The National Cancer Institute may be sponsoring clinical trials that may provide you with additional therapies to treat the disease.

Is Waldenstrom’s disease curable?

There’s currently no cure for Waldenstrom’s disease, but there are treatments available to help manage it, often for long periods of time.

Is Waldenstrom’s disease chronic?

Yes, Waldenstrom’s disease is chronic. It’s a rare form of non-Hodgkin’s lymphoma.

What are the late stages of Waldenstrom’s disease?

There’s no standardized staging system for Waldenstrom’s disease. When determining a person’s prognosis and disease severity, doctors look at multiple factors, including:

  • blood cell counts
  • age
  • the amount of lgM in the blood
  • the amount of beta-2 microglobulin protein in the blood

People with Waldenstrom’s who are older, are anemic, or have low blood platelets generally have a poorer prognosis.

How long can someone live with Waldenstrom’s?

According to data from the American Cancer Society collected between 2001 and 2010, people who have Waldenstrom’s disease have an overall median survival of 8 years after starting treatment.

The 5-year survival rates for different risk groups are:

  • 87 percent for the low risk group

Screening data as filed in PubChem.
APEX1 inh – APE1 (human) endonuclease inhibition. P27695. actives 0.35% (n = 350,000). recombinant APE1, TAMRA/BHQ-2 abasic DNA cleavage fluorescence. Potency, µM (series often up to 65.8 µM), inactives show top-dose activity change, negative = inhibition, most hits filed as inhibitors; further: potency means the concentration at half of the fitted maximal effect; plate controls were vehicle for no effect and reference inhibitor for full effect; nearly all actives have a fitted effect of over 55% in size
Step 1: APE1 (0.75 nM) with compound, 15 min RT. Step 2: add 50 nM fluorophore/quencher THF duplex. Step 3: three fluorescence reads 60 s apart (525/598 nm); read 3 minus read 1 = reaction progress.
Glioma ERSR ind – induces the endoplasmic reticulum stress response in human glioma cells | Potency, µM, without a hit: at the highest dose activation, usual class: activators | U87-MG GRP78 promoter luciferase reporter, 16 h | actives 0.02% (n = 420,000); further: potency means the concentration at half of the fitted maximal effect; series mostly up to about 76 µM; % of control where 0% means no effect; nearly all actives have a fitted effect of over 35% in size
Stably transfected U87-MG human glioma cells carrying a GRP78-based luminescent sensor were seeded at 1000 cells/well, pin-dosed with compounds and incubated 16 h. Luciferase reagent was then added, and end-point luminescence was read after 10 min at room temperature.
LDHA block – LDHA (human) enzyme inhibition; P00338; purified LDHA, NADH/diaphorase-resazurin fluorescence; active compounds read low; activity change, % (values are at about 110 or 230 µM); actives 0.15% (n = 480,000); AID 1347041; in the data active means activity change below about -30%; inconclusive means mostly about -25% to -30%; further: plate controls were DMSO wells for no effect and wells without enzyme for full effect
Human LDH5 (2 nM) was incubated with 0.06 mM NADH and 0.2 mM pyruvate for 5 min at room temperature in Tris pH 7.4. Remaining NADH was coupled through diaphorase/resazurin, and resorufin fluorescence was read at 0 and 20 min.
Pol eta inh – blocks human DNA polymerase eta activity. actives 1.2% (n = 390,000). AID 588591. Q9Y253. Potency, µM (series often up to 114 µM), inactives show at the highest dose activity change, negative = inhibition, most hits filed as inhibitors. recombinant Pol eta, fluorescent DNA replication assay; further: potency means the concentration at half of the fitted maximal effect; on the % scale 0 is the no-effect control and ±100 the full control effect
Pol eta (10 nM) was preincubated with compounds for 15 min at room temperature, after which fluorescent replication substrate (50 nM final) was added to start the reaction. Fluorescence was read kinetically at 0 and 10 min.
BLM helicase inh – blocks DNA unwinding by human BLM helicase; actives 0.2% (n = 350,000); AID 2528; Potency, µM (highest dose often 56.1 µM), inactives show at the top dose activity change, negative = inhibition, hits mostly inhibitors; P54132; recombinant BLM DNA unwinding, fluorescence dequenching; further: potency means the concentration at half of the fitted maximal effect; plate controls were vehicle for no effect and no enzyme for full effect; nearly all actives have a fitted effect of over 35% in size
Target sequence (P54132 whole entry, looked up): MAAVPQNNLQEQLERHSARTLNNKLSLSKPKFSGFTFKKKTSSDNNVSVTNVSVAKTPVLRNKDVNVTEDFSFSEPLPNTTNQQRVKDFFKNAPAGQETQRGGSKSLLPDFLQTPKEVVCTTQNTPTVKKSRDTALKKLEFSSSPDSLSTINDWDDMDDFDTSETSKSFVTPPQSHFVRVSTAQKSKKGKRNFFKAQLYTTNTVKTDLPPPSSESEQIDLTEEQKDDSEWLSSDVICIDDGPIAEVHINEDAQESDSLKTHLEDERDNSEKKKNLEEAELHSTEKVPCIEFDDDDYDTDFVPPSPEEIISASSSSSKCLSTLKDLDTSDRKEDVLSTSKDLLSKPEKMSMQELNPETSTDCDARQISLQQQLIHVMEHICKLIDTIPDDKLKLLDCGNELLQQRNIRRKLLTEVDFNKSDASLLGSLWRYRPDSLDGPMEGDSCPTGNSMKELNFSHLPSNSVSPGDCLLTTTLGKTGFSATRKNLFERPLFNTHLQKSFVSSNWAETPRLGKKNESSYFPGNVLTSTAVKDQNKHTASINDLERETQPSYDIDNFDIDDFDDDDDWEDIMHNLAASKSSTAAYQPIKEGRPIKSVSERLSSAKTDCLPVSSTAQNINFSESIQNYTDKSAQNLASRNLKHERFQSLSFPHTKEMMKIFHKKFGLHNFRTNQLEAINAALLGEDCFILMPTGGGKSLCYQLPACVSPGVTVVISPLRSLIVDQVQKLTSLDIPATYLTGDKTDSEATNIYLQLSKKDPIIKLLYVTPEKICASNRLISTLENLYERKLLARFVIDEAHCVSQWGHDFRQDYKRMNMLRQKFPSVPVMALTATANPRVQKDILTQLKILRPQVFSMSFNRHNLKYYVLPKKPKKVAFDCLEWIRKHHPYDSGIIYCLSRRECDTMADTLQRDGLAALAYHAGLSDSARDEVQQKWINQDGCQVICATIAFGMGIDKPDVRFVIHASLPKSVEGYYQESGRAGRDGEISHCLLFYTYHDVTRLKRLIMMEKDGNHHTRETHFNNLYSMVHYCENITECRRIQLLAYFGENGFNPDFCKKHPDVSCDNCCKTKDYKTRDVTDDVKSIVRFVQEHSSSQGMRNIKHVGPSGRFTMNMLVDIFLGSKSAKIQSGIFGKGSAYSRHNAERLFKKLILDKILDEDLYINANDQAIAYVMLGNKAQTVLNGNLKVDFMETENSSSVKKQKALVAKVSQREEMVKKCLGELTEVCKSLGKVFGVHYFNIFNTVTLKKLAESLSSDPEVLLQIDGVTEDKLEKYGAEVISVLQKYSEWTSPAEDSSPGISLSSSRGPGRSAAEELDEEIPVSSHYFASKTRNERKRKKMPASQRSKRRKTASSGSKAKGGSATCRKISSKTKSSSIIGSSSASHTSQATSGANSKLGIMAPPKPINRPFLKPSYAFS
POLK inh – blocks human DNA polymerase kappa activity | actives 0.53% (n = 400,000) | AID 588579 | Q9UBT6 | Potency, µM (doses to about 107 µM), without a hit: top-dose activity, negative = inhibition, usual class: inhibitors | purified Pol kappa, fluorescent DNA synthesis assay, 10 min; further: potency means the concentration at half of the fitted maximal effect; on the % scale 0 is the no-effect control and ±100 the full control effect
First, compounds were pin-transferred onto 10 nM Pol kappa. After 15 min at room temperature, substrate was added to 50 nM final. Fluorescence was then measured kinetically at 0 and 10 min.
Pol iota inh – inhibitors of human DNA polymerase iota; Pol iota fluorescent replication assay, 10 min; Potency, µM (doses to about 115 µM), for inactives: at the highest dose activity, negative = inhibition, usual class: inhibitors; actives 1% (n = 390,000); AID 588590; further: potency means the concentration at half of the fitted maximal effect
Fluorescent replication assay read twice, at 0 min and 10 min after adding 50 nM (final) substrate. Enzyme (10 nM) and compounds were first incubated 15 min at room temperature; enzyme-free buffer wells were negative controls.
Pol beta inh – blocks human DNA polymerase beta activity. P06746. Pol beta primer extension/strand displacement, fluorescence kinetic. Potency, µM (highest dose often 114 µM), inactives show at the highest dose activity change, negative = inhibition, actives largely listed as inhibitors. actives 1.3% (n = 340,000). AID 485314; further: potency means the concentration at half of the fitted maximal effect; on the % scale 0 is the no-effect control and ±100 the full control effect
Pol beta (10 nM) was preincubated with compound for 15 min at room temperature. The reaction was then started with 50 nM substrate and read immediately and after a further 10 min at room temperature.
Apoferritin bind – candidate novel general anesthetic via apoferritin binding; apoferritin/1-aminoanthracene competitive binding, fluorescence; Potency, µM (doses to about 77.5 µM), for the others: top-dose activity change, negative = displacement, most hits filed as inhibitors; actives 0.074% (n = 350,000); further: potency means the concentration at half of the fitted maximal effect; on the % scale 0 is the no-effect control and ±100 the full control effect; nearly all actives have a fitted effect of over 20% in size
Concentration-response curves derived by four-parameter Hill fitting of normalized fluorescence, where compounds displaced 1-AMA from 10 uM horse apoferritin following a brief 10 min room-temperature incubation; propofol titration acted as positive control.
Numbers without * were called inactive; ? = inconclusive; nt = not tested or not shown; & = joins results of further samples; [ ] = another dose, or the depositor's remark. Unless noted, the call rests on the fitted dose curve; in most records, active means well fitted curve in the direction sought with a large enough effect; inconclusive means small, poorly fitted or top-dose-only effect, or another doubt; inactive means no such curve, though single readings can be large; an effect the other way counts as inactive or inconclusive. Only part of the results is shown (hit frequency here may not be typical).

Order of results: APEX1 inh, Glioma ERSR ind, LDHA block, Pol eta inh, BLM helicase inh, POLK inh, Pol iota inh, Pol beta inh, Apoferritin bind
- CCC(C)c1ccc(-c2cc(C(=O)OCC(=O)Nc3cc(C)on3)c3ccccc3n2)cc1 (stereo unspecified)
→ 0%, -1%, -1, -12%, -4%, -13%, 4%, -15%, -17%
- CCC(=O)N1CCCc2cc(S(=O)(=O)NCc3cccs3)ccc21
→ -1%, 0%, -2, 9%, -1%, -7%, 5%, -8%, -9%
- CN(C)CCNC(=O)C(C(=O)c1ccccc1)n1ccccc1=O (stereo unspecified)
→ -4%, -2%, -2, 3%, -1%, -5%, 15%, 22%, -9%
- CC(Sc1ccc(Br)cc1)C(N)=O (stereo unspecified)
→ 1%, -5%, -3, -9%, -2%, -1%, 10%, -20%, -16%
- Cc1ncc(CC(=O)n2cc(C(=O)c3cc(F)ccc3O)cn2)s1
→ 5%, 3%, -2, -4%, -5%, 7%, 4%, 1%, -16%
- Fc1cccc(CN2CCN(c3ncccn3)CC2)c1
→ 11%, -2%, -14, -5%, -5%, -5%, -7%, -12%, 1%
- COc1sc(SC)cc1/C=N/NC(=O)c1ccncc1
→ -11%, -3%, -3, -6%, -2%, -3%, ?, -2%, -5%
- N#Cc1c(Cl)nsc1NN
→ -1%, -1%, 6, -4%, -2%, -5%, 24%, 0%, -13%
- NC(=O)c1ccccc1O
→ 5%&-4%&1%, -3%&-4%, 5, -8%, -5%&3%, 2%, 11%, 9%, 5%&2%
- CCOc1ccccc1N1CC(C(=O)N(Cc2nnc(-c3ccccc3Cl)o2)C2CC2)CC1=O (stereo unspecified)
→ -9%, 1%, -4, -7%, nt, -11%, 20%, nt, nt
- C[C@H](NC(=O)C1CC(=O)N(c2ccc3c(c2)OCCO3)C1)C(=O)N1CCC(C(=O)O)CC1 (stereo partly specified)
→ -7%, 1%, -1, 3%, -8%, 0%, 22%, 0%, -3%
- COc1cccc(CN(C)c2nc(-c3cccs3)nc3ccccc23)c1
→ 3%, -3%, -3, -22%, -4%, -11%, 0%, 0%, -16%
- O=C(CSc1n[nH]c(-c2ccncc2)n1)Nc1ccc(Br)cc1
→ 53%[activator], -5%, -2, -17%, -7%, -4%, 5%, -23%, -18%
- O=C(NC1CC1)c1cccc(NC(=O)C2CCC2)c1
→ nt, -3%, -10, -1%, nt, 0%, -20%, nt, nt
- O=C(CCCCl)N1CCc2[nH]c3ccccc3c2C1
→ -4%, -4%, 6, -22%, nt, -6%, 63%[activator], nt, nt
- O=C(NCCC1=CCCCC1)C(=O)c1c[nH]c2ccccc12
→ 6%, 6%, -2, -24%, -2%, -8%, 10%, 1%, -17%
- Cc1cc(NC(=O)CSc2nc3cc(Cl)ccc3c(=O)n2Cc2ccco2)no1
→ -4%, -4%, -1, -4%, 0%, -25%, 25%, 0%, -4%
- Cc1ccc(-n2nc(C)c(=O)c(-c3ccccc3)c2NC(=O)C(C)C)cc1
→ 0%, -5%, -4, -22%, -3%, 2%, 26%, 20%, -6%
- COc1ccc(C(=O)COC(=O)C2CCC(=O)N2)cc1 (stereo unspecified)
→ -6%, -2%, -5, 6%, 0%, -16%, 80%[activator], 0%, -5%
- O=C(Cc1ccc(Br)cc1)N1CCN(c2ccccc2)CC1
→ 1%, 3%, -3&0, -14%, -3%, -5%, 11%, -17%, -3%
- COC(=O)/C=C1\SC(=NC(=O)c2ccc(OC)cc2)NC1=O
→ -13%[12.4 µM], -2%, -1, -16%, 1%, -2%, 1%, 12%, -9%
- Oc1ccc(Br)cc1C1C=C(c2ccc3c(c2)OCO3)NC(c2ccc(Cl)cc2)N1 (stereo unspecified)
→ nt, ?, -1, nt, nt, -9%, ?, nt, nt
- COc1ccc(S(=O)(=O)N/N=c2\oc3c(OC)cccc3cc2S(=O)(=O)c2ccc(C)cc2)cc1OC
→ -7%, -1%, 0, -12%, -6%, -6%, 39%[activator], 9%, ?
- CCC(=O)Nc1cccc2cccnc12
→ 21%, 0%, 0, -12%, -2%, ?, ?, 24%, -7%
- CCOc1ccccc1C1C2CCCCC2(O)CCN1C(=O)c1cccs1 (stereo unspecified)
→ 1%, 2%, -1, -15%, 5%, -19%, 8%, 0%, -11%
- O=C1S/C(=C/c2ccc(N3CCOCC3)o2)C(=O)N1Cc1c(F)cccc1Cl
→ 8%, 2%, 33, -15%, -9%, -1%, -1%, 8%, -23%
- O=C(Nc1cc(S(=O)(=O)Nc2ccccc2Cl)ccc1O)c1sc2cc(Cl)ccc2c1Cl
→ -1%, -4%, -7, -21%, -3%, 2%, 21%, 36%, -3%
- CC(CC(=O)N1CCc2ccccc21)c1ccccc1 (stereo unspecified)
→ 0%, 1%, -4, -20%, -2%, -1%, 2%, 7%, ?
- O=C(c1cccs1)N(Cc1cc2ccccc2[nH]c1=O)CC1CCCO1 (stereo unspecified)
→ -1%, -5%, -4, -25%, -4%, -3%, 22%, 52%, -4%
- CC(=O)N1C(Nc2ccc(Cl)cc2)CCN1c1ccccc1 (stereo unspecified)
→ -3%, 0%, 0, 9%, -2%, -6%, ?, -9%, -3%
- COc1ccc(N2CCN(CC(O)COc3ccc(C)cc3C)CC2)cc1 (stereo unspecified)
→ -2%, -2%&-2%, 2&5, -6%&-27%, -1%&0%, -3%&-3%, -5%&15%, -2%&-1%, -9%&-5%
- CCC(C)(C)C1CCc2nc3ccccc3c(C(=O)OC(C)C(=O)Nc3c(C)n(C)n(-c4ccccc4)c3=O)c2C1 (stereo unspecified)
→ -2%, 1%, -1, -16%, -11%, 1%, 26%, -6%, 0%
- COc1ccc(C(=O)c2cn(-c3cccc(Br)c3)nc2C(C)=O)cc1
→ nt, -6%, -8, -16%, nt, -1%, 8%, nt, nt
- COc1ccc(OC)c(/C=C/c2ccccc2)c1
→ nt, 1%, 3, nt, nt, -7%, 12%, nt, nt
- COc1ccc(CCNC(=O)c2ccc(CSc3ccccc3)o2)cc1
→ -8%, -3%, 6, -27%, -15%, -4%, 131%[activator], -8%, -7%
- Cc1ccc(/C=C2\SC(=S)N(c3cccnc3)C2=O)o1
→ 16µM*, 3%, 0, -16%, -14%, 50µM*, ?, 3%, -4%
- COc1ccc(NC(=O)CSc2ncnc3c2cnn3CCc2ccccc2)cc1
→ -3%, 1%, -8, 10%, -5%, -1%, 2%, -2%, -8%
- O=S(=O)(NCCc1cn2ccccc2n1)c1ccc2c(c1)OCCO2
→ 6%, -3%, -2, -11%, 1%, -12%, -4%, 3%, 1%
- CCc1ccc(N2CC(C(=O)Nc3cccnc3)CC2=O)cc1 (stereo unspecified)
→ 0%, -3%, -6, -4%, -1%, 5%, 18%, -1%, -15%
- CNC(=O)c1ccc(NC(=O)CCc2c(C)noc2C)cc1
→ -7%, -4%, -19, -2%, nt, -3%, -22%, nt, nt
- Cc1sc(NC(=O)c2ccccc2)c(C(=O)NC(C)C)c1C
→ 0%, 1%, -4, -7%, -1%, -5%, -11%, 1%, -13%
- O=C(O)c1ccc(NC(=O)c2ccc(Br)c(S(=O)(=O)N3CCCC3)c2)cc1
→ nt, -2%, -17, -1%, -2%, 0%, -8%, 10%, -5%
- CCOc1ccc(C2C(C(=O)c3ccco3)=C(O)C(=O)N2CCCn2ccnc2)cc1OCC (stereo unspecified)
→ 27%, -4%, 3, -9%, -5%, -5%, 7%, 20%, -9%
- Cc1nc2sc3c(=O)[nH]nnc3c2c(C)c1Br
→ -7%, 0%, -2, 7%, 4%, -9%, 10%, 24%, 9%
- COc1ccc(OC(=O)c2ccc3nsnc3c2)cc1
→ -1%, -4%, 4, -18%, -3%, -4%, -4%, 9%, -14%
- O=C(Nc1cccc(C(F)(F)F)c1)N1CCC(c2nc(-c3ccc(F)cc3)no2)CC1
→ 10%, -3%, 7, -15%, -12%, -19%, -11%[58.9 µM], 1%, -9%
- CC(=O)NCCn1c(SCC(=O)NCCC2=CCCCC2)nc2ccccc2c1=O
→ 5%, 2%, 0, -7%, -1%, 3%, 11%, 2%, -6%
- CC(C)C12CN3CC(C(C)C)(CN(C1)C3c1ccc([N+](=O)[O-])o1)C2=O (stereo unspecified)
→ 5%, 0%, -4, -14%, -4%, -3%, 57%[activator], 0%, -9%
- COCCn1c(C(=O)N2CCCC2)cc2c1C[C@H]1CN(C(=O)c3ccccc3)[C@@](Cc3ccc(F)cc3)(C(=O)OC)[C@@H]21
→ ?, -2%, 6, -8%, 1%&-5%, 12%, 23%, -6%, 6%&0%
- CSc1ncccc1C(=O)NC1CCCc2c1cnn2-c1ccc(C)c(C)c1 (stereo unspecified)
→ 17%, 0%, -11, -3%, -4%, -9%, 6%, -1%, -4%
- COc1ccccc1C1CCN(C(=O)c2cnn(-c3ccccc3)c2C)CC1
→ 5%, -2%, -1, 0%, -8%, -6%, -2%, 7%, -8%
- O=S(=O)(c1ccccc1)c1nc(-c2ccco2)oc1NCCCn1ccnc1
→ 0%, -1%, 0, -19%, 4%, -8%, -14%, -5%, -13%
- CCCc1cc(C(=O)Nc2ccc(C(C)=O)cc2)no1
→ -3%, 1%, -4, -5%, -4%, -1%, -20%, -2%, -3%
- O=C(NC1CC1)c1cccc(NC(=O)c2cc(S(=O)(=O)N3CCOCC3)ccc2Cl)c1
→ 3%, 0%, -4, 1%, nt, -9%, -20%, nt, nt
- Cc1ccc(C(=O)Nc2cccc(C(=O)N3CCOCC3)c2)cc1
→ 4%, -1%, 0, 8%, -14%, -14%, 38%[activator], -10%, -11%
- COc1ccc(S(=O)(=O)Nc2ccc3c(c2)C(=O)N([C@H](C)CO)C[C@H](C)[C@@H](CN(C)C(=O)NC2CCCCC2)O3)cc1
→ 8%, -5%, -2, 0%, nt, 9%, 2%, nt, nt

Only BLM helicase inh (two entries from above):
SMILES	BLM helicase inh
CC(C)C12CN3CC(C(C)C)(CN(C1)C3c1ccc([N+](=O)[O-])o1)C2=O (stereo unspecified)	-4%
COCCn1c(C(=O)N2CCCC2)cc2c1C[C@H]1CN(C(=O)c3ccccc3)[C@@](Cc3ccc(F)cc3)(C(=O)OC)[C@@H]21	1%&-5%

• 68 percent for the intermediate risk group
  • 36 percent for the high risk group

You should know that survival rates are based on previous outcomes of large numbers of people. They’re estimates and can’t predict what will happen in any particular case.

Additionally, the 5-year survival rate for Waldenstrom’s disease dramatically increased between the 1980s and 2010s. As treatments improve over time, people may have a better outlook.

If you’re diagnosed with Waldenstrom’s disease, the outlook will depend on the progression of your condition.

The disease progresses at different rates depending on the person. Those who have a slower disease progression have a longer survival time compared with those whose disease progresses more quickly.

With the help of your doctor and medical team, you can treat and manage your symptoms as well as explore new clinical trials.